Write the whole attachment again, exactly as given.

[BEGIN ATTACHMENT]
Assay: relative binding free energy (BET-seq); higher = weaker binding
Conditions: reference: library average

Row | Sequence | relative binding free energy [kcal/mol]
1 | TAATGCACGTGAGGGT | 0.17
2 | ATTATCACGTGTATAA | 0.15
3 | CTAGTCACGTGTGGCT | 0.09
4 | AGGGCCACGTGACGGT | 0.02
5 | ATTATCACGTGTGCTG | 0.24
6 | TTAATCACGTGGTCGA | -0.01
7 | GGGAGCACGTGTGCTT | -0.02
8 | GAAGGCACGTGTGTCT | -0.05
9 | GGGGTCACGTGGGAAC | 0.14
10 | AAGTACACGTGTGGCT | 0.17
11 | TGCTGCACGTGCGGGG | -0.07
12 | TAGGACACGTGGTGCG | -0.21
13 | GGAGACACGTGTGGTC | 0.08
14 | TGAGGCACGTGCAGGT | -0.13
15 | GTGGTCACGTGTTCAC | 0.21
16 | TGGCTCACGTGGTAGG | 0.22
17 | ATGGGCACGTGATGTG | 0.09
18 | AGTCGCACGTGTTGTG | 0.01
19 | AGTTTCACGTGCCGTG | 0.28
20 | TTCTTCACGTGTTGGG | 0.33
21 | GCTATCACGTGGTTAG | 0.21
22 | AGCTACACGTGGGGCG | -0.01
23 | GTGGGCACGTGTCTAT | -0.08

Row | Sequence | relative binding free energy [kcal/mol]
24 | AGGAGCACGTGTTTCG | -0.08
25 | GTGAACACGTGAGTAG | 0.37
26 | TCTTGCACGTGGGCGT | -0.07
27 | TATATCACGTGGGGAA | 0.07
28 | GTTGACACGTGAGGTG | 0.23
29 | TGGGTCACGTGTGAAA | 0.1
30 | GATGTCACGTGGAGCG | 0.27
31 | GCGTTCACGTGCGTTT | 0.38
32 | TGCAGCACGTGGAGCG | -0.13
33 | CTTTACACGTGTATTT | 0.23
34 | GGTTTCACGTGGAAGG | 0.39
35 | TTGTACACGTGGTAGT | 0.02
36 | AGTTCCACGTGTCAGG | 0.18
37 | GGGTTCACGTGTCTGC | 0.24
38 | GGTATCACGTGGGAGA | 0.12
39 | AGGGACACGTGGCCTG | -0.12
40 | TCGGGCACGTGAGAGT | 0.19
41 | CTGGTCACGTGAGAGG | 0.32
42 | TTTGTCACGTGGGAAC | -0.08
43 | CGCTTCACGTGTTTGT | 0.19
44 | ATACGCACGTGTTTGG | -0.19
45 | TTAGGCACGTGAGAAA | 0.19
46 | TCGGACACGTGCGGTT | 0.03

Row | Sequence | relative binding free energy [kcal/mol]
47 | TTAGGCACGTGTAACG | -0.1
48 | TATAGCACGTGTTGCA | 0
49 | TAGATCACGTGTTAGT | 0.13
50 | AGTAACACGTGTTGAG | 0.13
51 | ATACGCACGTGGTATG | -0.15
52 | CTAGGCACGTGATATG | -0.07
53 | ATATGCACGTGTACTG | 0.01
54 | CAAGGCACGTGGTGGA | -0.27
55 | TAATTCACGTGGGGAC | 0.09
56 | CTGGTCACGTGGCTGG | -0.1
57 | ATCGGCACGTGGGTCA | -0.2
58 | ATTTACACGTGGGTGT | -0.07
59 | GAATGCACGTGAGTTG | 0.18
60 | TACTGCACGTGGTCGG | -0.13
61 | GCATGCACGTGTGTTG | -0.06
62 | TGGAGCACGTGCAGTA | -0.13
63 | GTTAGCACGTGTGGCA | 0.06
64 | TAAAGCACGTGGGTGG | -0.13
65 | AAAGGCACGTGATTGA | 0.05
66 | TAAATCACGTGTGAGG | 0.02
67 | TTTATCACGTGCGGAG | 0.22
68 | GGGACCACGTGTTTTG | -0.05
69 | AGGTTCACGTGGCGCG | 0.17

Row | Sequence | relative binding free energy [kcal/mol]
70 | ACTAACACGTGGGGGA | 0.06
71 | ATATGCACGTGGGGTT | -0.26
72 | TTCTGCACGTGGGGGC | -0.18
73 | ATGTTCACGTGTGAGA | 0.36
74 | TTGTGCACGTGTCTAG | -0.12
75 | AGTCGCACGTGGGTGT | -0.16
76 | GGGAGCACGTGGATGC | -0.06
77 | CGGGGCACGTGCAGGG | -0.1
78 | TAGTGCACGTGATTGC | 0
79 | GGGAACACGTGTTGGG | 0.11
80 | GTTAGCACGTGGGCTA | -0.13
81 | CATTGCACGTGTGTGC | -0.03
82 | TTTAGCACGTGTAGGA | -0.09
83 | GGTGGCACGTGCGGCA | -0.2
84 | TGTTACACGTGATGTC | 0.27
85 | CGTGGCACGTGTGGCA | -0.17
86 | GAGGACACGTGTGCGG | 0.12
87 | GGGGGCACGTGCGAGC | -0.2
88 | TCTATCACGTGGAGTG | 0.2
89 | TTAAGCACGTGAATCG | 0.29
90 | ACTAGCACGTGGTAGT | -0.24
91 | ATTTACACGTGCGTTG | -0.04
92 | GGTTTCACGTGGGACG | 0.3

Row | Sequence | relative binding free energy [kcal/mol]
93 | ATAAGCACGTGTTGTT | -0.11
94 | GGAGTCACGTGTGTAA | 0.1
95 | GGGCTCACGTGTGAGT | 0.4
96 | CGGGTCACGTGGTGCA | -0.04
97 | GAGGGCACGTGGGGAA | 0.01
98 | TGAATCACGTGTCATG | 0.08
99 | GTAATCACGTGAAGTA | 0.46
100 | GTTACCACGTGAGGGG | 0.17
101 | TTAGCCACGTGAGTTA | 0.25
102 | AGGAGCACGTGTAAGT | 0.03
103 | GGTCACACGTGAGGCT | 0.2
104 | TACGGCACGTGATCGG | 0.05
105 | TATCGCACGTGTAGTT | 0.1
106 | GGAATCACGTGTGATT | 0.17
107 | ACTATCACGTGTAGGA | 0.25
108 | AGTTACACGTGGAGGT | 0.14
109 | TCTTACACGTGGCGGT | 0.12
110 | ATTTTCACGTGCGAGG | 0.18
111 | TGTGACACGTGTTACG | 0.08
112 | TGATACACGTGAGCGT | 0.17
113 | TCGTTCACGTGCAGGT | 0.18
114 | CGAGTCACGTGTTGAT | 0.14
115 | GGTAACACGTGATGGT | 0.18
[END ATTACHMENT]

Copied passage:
Assay: relative binding free energy (BET-seq); higher = weaker binding
Conditions: reference: library average

Row | Sequence | relative binding free energy [kcal/mol]
1 | TAATGCACGTGAGGGT | 0.17
2 | ATTATCACGTGTATAA | 0.15
3 | CTAGTCACGTGTGGCT | 0.09
4 | AGGGCCACGTGACGGT | 0.02
5 | ATTATCACGTGTGCTG | 0.24
6 | TTAATCACGTGGTCGA | -0.01
7 | GGGAGCACGTGTGCTT | -0.02
8 | GAAGGCACGTGTGTCT | -0.05
9 | GGGGTCACGTGGGAAC | 0.14
10 | AAGTACACGTGTGGCT | 0.17
11 | TGCTGCACGTGCGGGG | -0.07
12 | TAGGACACGTGGTGCG | -0.21
13 | GGAGACACGTGTGGTC | 0.08
14 | TGAGGCACGTGCAGGT | -0.13
15 | GTGGTCACGTGTTCAC | 0.21
16 | TGGCTCACGTGGTAGG | 0.22
17 | ATGGGCACGTGATGTG | 0.09
18 | AGTCGCACGTGTTGTG | 0.01
19 | AGTTTCACGTGCCGTG | 0.28
20 | TTCTTCACGTGTTGGG | 0.33
21 | GCTATCACGTGGTTAG | 0.21
22 | AGCTACACGTGGGGCG | -0.01
23 | GTGGGCACGTGTCTAT | -0.08

Row | Sequence | relative binding free energy [kcal/mol]
24 | AGGAGCACGTGTTTCG | -0.08
25 | GTGAACACGTGAGTAG | 0.37
26 | TCTTGCACGTGGGCGT | -0.07
27 | TATATCACGTGGGGAA | 0.07
28 | GTTGACACGTGAGGTG | 0.23
29 | TGGGTCACGTGTGAAA | 0.1
30 | GATGTCACGTGGAGCG | 0.27
31 | GCGTTCACGTGCGTTT | 0.38
32 | TGCAGCACGTGGAGCG | -0.13
33 | CTTTACACGTGTATTT | 0.23
34 | GGTTTCACGTGGAAGG | 0.39
35 | TTGTACACGTGGTAGT | 0.02
36 | AGTTCCACGTGTCAGG | 0.18
37 | GGGTTCACGTGTCTGC | 0.24
38 | GGTATCACGTGGGAGA | 0.12
39 | AGGGACACGTGGCCTG | -0.12
40 | TCGGGCACGTGAGAGT | 0.19
41 | CTGGTCACGTGAGAGG | 0.32
42 | TTTGTCACGTGGGAAC | -0.08
43 | CGCTTCACGTGTTTGT | 0.19
44 | ATACGCACGTGTTTGG | -0.19
45 | TTAGGCACGTGAGAAA | 0.19
46 | TCGGACACGTGCGGTT | 0.03

Row | Sequence | relative binding free energy [kcal/mol]
47 | TTAGGCACGTGTAACG | -0.1
48 | TATAGCACGTGTTGCA | 0
49 | TAGATCACGTGTTAGT | 0.13
50 | AGTAACACGTGTTGAG | 0.13
51 | ATACGCACGTGGTATG | -0.15
52 | CTAGGCACGTGATATG | -0.07
53 | ATATGCACGTGTACTG | 0.01
54 | CAAGGCACGTGGTGGA | -0.27
55 | TAATTCACGTGGGGAC | 0.09
56 | CTGGTCACGTGGCTGG | -0.1
57 | ATCGGCACGTGGGTCA | -0.2
58 | ATTTACACGTGGGTGT | -0.07
59 | GAATGCACGTGAGTTG | 0.18
60 | TACTGCACGTGGTCGG | -0.13
61 | GCATGCACGTGTGTTG | -0.06
62 | TGGAGCACGTGCAGTA | -0.13
63 | GTTAGCACGTGTGGCA | 0.06
64 | TAAAGCACGTGGGTGG | -0.13
65 | AAAGGCACGTGATTGA | 0.05
66 | TAAATCACGTGTGAGG | 0.02
67 | TTTATCACGTGCGGAG | 0.22
68 | GGGACCACGTGTTTTG | -0.05
69 | AGGTTCACGTGGCGCG | 0.17

Row | Sequence | relative binding free energy [kcal/mol]
70 | ACTAACACGTGGGGGA | 0.06
71 | ATATGCACGTGGGGTT | -0.26
72 | TTCTGCACGTGGGGGC | -0.18
73 | ATGTTCACGTGTGAGA | 0.36
74 | TTGTGCACGTGTCTAG | -0.12
75 | AGTCGCACGTGGGTGT | -0.16
76 | GGGAGCACGTGGATGC | -0.06
77 | CGGGGCACGTGCAGGG | -0.1
78 | TAGTGCACGTGATTGC | 0
79 | GGGAACACGTGTTGGG | 0.11
80 | GTTAGCACGTGGGCTA | -0.13
81 | CATTGCACGTGTGTGC | -0.03
82 | TTTAGCACGTGTAGGA | -0.09
83 | GGTGGCACGTGCGGCA | -0.2
84 | TGTTACACGTGATGTC | 0.27
85 | CGTGGCACGTGTGGCA | -0.17
86 | GAGGACACGTGTGCGG | 0.12
87 | GGGGGCACGTGCGAGC | -0.2
88 | TCTATCACGTGGAGTG | 0.2
89 | TTAAGCACGTGAATCG | 0.29
90 | ACTAGCACGTGGTAGT | -0.24
91 | ATTTACACGTGCGTTG | -0.04
92 | GGTTTCACGTGGGACG | 0.3

Row | Sequence | relative binding free energy [kcal/mol]
93 | ATAAGCACGTGTTGTT | -0.11
94 | GGAGTCACGTGTGTAA | 0.1
95 | GGGCTCACGTGTGAGT | 0.4
96 | CGGGTCACGTGGTGCA | -0.04
97 | GAGGGCACGTGGGGAA | 0.01
98 | TGAATCACGTGTCATG | 0.08
99 | GTAATCACGTGAAGTA | 0.46
100 | GTTACCACGTGAGGGG | 0.17
101 | TTAGCCACGTGAGTTA | 0.25
102 | AGGAGCACGTGTAAGT | 0.03
103 | GGTCACACGTGAGGCT | 0.2
104 | TACGGCACGTGATCGG | 0.05
105 | TATCGCACGTGTAGTT | 0.1
106 | GGAATCACGTGTGATT | 0.17
107 | ACTATCACGTGTAGGA | 0.25
108 | AGTTACACGTGGAGGT | 0.14
109 | TCTTACACGTGGCGGT | 0.12
110 | ATTTTCACGTGCGAGG | 0.18
111 | TGTGACACGTGTTACG | 0.08
112 | TGATACACGTGAGCGT | 0.17
113 | TCGTTCACGTGCAGGT | 0.18
114 | CGAGTCACGTGTTGAT | 0.14
115 | GGTAACACGTGATGGT | 0.18